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Robinson v. Home Depot U.S.A., Inc.

United States District Court, W.D. Pennsylvania

February 12, 2015

HOME DEPOT U.S.A., INC., Defendant.


MARK R. HORNAK, District Judge.

This is a trip-and-fall negligence action based on events that occurred in the parking lot of a Florida Horne Depot on or about November 5, 2013. ECF No.1-I. Darlene Robinson ("Mrs. Robinson") and her husband, Michael D. Robinson, Sr. ("Mr. Robinson"), [1] allege that Horne Depot, U.S.A., Inc. ("Horne Depot" or "Defendant") negligently operated and maintained a parking lot at its location in Punta Gorda, Florida, which caused Mrs. Robinson to lose her balance and sustain serious injuries. Id. Before the Court is Defendant's Motion to Transfer Venue Pursuant to 28 U.S.C. § 1404. ECF No. 10. Having considered the Motion, Plaintiffs' Opposition, ECF No. 14, and the memoranda and supplemental memoranda in support and in opposition, ECF Nos. 11; 15; 25; 26, and for the reasons set forth below, the Court will transfer this action to the Middle District of Florida for appropriate disposition.

The Robinsons filed this suit in the Pennsylvania Court of Common Pleas in Lawrence County on or about July 28, 2014. ECF No.1, at ¶ 4. Horne Depot removed the action to this Court pursuant to 28 U.S.c. § 1441 on diversity grounds on August 27, 2014. The Complaint essentially alleges that Mrs. Robinson, while walking from her vehicle to the store in Home Depot's parking lot on its premises in Punta Gorda, Florida, sustained injuries when defective design and/or maintenance of the parking lot caused her to "trip, slip, fall and/or otherwise lose her balance." ECF No. 1-1, at ¶¶ 6-15. Home Depot moved to transfer the case to the United States District Court for the Middle District of Florida pursuant to 28 U.S.C. § 1404 on September 12, 2014.[2] ECF No. 10.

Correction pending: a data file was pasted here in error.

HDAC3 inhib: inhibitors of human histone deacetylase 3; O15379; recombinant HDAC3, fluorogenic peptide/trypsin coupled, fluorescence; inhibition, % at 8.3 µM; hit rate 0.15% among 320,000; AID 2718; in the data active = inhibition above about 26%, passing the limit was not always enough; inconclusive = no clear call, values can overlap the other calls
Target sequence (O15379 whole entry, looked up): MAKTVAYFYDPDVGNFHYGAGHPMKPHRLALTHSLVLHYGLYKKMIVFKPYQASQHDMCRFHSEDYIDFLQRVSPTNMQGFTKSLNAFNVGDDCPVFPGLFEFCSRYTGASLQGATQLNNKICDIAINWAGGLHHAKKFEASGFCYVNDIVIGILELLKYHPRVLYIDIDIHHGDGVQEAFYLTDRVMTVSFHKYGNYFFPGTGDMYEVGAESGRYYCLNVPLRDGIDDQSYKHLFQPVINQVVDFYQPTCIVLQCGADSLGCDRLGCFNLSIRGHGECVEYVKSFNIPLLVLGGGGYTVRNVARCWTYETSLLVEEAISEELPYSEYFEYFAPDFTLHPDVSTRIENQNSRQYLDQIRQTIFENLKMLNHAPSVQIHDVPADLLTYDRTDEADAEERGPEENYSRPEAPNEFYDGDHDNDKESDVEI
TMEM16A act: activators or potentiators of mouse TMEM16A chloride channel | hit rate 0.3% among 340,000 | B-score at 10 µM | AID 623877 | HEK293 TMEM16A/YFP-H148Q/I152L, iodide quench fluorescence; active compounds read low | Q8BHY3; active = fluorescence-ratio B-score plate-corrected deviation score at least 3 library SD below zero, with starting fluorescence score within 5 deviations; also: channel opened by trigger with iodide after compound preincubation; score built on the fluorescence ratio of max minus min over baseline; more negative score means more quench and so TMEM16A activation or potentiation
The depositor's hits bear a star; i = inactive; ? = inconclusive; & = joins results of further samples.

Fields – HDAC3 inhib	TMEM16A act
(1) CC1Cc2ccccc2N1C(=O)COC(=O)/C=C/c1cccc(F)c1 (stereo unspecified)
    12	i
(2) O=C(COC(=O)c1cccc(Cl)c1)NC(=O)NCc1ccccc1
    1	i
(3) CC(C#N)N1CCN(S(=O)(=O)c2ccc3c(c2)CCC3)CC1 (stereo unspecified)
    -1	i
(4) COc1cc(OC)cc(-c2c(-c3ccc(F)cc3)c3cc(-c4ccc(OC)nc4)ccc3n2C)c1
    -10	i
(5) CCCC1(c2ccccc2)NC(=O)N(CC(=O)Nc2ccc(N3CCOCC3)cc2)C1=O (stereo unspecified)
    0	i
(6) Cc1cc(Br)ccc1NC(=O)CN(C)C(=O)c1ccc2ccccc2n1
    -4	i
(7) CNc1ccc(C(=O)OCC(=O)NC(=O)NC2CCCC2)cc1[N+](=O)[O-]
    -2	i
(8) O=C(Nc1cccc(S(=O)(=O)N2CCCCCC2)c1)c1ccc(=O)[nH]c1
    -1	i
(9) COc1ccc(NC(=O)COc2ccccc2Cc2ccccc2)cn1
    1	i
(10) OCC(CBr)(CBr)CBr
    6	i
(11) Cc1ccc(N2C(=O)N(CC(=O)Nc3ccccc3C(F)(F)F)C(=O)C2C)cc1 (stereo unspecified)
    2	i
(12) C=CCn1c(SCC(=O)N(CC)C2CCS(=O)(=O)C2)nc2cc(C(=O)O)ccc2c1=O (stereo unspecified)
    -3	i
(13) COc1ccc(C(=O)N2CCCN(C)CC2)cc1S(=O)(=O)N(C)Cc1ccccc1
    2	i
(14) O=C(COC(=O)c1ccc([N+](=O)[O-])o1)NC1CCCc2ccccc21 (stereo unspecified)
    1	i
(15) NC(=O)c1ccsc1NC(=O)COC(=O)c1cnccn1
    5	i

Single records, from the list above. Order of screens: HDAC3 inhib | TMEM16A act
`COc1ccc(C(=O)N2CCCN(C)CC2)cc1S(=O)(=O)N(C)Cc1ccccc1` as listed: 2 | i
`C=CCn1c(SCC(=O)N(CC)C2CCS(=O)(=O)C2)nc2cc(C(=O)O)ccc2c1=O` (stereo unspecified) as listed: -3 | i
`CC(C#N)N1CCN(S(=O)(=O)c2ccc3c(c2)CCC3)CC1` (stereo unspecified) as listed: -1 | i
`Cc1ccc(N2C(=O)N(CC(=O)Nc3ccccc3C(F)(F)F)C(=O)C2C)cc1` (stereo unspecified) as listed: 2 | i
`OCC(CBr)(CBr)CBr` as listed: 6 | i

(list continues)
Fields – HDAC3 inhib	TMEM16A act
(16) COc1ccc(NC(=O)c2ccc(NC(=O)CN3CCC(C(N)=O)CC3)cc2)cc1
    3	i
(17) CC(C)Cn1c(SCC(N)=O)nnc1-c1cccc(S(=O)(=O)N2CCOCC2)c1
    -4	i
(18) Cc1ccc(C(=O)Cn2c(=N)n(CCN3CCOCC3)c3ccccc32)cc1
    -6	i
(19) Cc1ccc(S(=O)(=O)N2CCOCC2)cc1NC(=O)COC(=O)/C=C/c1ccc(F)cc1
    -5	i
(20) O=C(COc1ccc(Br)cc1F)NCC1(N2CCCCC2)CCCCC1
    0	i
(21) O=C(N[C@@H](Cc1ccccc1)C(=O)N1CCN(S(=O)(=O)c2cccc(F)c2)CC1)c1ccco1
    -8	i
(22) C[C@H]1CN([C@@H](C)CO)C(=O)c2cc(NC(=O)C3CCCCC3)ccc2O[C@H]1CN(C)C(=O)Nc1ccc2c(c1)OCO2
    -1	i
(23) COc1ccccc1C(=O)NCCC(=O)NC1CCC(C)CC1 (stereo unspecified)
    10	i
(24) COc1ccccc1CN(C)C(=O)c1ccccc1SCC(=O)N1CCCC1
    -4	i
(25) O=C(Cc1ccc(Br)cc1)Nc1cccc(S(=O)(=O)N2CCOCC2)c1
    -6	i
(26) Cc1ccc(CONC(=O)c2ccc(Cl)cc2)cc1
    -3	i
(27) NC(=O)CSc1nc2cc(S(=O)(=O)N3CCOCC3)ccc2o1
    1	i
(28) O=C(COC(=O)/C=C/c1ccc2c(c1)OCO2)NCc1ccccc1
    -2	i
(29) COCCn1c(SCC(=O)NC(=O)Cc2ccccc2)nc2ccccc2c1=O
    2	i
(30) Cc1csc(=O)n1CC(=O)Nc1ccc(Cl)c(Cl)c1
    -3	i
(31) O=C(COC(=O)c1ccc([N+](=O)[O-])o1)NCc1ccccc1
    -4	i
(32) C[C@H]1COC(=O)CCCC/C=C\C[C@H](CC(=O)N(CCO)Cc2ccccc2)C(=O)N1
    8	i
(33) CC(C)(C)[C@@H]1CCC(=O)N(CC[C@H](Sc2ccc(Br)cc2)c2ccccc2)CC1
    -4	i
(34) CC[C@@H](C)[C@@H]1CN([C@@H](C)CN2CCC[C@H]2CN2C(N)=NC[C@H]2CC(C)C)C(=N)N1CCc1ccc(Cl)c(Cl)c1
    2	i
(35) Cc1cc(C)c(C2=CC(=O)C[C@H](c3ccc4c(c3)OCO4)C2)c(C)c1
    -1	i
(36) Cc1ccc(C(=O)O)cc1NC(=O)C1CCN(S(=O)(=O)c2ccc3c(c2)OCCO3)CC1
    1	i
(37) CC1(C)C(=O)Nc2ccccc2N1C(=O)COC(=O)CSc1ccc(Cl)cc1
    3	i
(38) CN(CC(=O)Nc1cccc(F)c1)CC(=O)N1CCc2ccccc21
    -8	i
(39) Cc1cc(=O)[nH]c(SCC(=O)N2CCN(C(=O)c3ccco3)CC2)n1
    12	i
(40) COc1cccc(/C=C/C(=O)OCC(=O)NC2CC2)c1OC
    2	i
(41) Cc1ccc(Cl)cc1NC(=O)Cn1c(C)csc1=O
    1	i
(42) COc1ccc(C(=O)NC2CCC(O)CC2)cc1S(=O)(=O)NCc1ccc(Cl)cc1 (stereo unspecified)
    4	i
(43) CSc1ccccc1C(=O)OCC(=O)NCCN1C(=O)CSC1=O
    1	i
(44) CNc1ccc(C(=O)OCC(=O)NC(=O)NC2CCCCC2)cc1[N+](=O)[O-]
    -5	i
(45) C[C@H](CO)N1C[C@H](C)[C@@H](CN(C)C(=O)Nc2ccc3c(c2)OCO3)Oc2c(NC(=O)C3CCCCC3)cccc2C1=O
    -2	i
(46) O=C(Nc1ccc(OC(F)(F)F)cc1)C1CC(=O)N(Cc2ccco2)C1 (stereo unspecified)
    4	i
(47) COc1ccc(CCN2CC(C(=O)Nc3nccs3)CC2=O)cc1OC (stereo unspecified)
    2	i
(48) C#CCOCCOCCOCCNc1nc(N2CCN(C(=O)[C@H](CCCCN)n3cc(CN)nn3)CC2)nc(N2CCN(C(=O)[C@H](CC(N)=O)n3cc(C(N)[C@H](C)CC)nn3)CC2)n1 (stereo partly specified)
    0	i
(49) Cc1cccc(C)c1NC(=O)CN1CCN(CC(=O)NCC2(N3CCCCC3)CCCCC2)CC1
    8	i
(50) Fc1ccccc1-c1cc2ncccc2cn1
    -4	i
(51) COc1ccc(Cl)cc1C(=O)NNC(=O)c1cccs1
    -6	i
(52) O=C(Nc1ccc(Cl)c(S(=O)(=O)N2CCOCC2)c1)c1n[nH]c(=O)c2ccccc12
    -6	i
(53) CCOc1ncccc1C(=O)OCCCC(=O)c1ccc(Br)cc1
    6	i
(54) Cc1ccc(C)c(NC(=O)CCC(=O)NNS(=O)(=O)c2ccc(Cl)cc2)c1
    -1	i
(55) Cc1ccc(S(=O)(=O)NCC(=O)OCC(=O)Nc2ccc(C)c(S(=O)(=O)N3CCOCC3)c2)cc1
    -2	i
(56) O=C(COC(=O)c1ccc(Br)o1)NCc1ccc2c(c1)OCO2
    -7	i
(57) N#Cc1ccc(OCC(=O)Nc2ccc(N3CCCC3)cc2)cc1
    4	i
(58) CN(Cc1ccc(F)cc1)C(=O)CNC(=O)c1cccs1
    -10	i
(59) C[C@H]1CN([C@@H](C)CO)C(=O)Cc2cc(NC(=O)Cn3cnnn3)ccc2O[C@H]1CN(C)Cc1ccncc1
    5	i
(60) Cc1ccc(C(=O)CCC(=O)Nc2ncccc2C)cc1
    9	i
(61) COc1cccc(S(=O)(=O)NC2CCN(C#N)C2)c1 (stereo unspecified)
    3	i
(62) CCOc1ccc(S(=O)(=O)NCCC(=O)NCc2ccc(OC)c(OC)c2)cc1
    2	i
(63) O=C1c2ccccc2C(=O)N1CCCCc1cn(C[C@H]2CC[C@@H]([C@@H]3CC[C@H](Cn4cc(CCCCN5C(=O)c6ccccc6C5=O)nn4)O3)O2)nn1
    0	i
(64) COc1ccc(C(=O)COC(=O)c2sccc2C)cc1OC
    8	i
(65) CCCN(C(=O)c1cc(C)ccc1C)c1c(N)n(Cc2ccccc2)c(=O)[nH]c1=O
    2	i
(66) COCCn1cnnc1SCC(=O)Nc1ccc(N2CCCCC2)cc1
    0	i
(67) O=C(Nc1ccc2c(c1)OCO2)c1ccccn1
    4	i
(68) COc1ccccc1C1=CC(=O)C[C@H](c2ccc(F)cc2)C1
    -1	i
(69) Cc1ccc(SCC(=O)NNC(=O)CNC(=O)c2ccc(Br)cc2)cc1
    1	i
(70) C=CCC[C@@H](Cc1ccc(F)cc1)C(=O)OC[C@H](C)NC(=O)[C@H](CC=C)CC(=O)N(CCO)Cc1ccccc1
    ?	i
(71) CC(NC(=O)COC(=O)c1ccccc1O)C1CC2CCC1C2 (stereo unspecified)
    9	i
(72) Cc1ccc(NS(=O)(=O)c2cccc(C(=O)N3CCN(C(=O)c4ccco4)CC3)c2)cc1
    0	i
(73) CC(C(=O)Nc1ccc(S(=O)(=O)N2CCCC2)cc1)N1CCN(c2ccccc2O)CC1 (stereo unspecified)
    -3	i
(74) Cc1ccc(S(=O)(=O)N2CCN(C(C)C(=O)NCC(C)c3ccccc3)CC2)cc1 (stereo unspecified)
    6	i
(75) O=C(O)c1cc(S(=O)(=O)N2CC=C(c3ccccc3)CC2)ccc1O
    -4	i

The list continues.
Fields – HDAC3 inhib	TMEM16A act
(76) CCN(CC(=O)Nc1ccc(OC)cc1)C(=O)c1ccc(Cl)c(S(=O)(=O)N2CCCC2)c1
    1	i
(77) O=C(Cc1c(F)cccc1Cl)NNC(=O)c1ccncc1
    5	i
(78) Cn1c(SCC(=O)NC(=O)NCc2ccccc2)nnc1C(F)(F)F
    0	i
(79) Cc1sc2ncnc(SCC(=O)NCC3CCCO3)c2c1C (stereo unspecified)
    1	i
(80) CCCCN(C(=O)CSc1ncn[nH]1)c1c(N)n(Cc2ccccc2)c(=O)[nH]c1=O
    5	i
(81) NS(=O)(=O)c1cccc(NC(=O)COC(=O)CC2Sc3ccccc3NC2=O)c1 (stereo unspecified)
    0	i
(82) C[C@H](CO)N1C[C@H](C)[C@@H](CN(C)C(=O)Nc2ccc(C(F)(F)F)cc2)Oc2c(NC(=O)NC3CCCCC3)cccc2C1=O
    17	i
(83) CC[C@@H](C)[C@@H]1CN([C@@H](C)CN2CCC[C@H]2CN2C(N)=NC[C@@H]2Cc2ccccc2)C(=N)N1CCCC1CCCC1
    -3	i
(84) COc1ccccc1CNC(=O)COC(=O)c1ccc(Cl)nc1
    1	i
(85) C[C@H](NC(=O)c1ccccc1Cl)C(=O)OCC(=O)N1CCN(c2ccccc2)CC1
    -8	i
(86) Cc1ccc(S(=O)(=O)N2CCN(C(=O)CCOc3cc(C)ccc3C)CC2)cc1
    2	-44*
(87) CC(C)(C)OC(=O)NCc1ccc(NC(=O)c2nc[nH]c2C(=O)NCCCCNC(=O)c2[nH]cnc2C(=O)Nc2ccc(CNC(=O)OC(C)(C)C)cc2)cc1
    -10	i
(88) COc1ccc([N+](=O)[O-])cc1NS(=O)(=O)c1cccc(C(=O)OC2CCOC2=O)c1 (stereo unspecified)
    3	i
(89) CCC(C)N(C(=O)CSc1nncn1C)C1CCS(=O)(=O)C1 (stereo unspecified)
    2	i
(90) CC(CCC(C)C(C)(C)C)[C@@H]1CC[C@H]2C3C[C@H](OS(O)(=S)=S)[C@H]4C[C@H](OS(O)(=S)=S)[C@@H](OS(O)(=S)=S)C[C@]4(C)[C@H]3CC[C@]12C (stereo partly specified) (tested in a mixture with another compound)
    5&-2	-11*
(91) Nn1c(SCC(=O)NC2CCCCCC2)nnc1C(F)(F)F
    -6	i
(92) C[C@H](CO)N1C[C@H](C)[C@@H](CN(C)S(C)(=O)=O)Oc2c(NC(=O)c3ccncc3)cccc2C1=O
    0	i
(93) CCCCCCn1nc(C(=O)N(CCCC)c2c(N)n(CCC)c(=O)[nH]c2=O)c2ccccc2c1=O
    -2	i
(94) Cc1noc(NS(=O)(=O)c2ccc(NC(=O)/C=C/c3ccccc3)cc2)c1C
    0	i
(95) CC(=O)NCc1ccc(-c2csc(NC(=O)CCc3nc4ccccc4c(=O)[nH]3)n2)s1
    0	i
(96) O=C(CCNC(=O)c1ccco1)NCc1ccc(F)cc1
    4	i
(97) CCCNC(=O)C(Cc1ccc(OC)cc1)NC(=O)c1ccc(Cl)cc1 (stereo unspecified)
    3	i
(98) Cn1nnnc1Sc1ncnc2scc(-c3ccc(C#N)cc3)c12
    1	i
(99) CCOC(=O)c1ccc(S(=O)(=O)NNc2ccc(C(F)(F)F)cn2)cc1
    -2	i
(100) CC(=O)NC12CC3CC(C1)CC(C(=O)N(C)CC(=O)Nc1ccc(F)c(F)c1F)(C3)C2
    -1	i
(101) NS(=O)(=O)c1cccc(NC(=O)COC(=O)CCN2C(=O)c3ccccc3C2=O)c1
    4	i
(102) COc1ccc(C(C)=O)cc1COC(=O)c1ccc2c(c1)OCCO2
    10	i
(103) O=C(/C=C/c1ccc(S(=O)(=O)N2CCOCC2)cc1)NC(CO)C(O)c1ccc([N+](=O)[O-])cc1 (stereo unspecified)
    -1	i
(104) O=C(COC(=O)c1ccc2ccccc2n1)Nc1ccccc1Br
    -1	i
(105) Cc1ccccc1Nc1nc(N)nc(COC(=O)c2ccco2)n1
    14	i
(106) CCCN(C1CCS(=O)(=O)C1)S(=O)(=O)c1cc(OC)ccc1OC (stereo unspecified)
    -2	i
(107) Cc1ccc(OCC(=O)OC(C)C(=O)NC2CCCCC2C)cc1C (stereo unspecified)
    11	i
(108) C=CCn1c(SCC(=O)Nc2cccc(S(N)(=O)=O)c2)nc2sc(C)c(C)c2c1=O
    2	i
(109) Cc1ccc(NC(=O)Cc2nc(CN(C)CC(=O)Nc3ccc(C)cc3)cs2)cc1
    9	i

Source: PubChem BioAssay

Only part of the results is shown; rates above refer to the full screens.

Section 1404(a) provides, "For the convenience of parties and witnesses, in the interest of justice, a district court may transfer any civil action to any other district or division where it might have been brought or to any district or division to which all parties have consented." 28 U.S.C. § 1404(a). Transferring a case under § 1404(a) is appropriate in situations "where both the original and the requested venue are proper." Jumara v. State Farm Ins. Co., 55 F.3d 873, 878 (3d Cir. 1995).

As an initial matter, the Court notes that venue is proper in either the Western District of Pennsylvania or in the Middle District of Florida. Pursuant to 28 U.S.C. § 1391(b), venue is proper in a civil action if the case is brought in (1) a district within the Defendant's state of residence, (2) a district wherein "a substantial part of the events or omissions giving rise to the claim occurred, or a substantial part of property that is the subject of the action is situated, " or (3) any district that has personal jurisdiction over any defendant. Because this Court could exercise personal jurisdiction over the Defendant in this action by virtue of its business dealings in Pennsylvania, venue is indeed proper in the Western District of Pennsylvania. See Jumara, 55 F.3d at 878-79 (citing 28 U.S.C. § 139I(c); Stewart Organization, Inc. v. Ricoh Corp., 487 U.S. 22, 29 n.8 (1988)). By the same token, however, venue is proper in the Middle District of Florida, as the Defendant also transacts business in that district. Moreover, there is no doubt that events giving rise to the claim occurred substantially in that district, as the allegedly ill-designed and un-maintained parking lot which allegedly caused the fall is located in Punta Gorda, Florida. ECF No. 1-1, at ¶ 2.